Young man seeks cure for Parkinson’s Disease

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Jessee Walker, left, and Jeremiah Pate. Jessee is a friend of Jeremiah’s and is an inspiration to the young scientist. Jessee suffers from Parkinson’s Disease, the disease for which Jeremiah is seeking a cure.

  Jeremiah Pate is a 19 year old student currently attending the University of Arizona. He is studying bio-medical engineering. He has been working in a laboratory on finding a cure for Parkinson’s disease. He believes he has made a breakthrough.

  Jeremiah is not your average 19 year old or college student. He has won state and national awards in science including Arizona’s Future Innovator of the Year in 2015. In 2017, his project for curing Parkinson’s disease took 1st Place in his category and 3rd Place overall in the Intel International Science and Engineering Fair. This competition involves nearly seven million competitors around the world. By being a winner in the competition, he received an all expenses paid trip to attend a seminar for young scientists and attend the Nobel Prize Awards in Stockholm Sweden. He also received a $3,000 cash prize and a $40,000 tuition scholarship to the University of Arizona.      

  His interest in Parkinson’s disease grew out of his joining the First Baptist Church in Mammoth. Jeremiah is from Oro Valley and followed his pastor, Joe Ventimiglia, to the church in Mammoth. Joe V, as he is known, is now the pastor of the First Baptist Church in Mammoth. There he found that there were three or four members of the 35-person congregation that had Parkinson’s. He was inspired by Jessee Walker and another member named Barry and the way they were dealing with the disease. Jeremiah said that Parkinson’s is more common than we think. There are 53 million people worldwide with the disease. He began researching the disease and after being turned down by 19 laboratories around the country, he was approved to use a lab at the University of Arizona that does research on Amytrophic Lateral Sclerosis (ALS), more commonly known as Lou Gehrig’s disease.

  Jeremiah has created an algorithm and computer program to research and experiment with gene therapy treatments for the disease. He is working on a treatment that will use the human body’s own cellular defense mechanisms to fight the disease. Using fruit flies that have been programmed with the disease, he is attempting to re-program the protein in cells that is linked to Parkinson’s. It has been successful on fruit flies reversing the Parkinson’s disease and essentially becoming a cure. Fruit flies are commonly used in the research of diseases in humans. Seventy five per cent of the genes that cause disease in humans are found in fruit flies and their genes closely match those of human genes.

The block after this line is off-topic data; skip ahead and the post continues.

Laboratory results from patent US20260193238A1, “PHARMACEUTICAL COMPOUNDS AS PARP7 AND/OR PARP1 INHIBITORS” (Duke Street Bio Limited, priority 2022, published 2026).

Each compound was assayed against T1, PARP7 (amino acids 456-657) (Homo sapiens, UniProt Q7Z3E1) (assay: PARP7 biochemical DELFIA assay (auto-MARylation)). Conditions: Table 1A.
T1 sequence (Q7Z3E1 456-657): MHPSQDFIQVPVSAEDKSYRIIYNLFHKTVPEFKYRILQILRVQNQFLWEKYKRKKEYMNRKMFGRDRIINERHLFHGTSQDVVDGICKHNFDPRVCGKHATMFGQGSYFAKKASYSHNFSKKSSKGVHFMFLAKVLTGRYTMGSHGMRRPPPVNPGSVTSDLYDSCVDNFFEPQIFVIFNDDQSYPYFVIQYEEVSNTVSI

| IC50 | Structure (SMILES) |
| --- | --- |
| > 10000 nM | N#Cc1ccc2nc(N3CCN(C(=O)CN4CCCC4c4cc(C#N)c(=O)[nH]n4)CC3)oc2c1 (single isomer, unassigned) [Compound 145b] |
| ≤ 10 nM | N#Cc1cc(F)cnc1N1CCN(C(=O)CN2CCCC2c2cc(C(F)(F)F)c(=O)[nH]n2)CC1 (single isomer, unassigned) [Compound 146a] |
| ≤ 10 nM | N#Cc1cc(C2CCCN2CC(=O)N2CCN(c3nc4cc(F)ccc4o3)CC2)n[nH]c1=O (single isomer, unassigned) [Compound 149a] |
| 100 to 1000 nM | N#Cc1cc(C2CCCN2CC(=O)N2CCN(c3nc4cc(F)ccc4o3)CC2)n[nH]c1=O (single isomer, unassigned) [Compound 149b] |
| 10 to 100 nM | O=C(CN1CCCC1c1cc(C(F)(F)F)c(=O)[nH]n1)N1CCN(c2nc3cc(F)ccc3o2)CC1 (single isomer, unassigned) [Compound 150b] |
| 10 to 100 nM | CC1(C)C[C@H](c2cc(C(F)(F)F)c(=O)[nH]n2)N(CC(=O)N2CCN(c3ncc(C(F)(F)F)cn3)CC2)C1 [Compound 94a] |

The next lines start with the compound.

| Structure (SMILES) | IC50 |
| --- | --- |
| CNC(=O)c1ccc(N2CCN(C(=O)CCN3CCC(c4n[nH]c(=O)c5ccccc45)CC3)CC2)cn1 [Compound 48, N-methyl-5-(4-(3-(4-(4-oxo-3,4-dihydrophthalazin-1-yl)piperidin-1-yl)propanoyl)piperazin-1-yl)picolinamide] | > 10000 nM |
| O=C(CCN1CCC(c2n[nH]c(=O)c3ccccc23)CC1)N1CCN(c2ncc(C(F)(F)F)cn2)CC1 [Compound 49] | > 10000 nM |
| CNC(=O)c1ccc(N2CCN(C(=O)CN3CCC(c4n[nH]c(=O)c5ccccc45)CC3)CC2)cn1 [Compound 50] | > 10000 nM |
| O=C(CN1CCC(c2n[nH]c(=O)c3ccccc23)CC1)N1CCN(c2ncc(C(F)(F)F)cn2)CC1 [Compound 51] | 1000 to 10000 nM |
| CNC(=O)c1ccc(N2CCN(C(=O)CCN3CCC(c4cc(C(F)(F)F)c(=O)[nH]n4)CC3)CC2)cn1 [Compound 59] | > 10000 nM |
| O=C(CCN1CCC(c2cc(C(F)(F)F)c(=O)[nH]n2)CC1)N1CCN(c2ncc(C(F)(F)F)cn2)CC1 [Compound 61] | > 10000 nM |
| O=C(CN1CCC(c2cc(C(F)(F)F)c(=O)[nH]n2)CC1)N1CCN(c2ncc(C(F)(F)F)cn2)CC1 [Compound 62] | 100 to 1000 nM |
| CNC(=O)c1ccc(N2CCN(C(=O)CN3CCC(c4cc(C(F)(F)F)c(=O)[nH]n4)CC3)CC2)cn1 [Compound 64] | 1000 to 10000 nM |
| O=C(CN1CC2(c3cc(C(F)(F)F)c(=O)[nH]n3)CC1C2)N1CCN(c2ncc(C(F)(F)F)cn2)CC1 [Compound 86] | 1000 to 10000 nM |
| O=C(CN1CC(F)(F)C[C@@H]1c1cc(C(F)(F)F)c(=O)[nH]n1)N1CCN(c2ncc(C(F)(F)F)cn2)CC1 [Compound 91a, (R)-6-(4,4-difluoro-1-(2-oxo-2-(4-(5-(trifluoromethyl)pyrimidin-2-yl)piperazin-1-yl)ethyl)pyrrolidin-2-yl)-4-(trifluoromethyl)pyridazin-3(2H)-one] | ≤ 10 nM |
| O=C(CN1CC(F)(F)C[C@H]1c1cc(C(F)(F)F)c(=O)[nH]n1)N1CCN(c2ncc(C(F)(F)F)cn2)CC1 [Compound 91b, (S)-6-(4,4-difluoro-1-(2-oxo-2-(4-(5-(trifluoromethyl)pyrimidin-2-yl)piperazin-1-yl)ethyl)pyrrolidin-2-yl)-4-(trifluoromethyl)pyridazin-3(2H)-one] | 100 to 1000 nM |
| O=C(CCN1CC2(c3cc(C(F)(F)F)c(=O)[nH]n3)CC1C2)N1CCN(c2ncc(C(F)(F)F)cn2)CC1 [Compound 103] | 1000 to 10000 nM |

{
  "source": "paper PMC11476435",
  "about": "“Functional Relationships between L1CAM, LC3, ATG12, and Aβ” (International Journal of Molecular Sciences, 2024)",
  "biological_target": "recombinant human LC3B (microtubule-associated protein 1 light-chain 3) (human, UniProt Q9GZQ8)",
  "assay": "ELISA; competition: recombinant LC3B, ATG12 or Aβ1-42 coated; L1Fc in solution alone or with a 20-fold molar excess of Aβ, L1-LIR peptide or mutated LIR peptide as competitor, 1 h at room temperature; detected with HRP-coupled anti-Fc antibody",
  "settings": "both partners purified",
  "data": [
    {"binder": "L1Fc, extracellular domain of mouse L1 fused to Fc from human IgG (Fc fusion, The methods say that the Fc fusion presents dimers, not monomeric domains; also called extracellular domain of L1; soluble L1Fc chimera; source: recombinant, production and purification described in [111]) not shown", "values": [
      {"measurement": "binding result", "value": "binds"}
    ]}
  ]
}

The next step in finding a cure is to experiment on human cell cultures. Jeremiah has found a laboratory in Austria willing to do the tests but it will cost $10,000. He has raised nearly half the funds and is looking for donations to supplement the rest of the cost. The Patio Café in Oracle  will be catering a fundraiser at the Oracle Center for the Arts at 700 Kingston St. off of American Ave. on Saturday, Jan. 27, at 6 p.m. The Oracle Piano Society donated the venue for the fundraiser. The menu includes BBQ chicken, ranch beans, Cole slaw, cornbread and cookies. Cost is $35 with proceeds going to “Chasing the Cure”. To purchase tickets or make reservations, visit the Patio Café or call them at (520) 896-7615. You can also drop off donations at the Patio Café for Jeremiah Pate.

  If you can’t make it to the dinner, you can still donate by mailing a check to Arizona Youth Empowerment Group, P.O. Box 582, Mammoth, Arizona 85618. Please note on the check or message that it is for Parkinson’s or Chasing the Cure. This is a good cause and could possibly help Jeremiah realize his dream of helping millions of people, including his friend Jessee Walker and members of his church.

  Did we mention that this kid is a pilot and has a company looking to build small inexpensive satellites to help companies locate deposits of precious metals, natural gas and water below the earth’s surface from space?         

John Hernandez (753 Posts)

John Hernandez lives in Oracle. He is retired and enjoys writing and traveling. He is active in the Oracle Historical Society. He covers numerous public events, researches historical features and writes business/artist profiles.


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